Eskom and Tegeta taken to court over coal contract

The Special Investigating Unit (SIU) has taken Gupta-owned mining company Tegeta and Eskom to court over a controversial R3.7-billion coal supply contract, the City Press reported.

The SIU has reportedly asked the Pretoria High Court to declare the deal unlawful and invalid, and is pushing for the two companies to pay punitive costs for their involvement.

“Given the disgraceful conduct evidenced in this application, and the pervasive corruption, abuse, lack of candour and nondisclosure, the scale of the costs order should be punitive,” the SIU said in its court filing.

The investigation into the coal contract between Eskom and Tegeta was based on former public protector Thuli Madonsela’s state of capture report and Treasury’s report on the two companies.

In its court filing, the SIU states that Eskom exploited a coal procurement mandate to award coal supply agreements to Tegeta between 2013 and 2015, allowing the Gupta-owned company to dictate the terms of the deal.

After the appointment of the Gupta-aligned board at Eskom, the power utility reportedly awarded a coal supply contract to Tegeta for low-quality coal to be provided at inflated prices.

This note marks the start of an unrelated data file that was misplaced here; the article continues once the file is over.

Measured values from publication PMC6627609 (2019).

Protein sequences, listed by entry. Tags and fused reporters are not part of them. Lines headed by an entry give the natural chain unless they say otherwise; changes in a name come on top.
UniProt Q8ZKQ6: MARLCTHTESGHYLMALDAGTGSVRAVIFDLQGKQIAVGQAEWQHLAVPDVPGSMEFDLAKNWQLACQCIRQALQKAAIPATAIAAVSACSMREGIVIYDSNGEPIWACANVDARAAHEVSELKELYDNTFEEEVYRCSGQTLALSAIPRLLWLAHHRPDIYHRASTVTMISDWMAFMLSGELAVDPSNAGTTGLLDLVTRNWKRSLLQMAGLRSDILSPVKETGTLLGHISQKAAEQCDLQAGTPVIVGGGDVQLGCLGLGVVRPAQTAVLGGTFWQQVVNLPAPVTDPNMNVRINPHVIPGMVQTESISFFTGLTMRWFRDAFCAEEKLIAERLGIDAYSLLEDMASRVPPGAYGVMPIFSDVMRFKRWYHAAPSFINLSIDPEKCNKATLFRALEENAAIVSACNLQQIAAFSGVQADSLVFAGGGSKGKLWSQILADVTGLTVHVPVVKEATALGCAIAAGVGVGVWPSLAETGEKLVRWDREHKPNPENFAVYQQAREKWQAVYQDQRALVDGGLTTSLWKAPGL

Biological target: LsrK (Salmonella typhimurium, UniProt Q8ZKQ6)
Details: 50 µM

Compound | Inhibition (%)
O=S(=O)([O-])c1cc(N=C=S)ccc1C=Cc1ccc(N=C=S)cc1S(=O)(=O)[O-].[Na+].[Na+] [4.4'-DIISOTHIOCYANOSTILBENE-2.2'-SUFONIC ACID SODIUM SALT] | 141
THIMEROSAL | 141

Despite the incompatibility of the coal with Eskom’s Majuba power station in Mpumalanga, the power utility extended Tegeta’s agreement until 2025.

Load-shedding and coal crisis

Eskom recently began implementing load-shedding to compensate for the lack of usable coal in its reserves, and plans to continue with this strategy in 2019.

The power utility also warned of nationwide electricity outages due to a serious decline in coal stockpiles at a number of its power stations.

Besides pervasive load-shedding, Eskom has incurred a debt of around R419 billion – which experts say the country will have to assume in order to keep the state-owned enterprise functional.

While the company has begun cutting staff to reduce its costs, it has stated it will need to increase electricity tariffs by as much as 90% over the next three years to stay afloat.

Now read: Eskom should sell its power stations

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Eskom and Tegeta taken to court over coal contract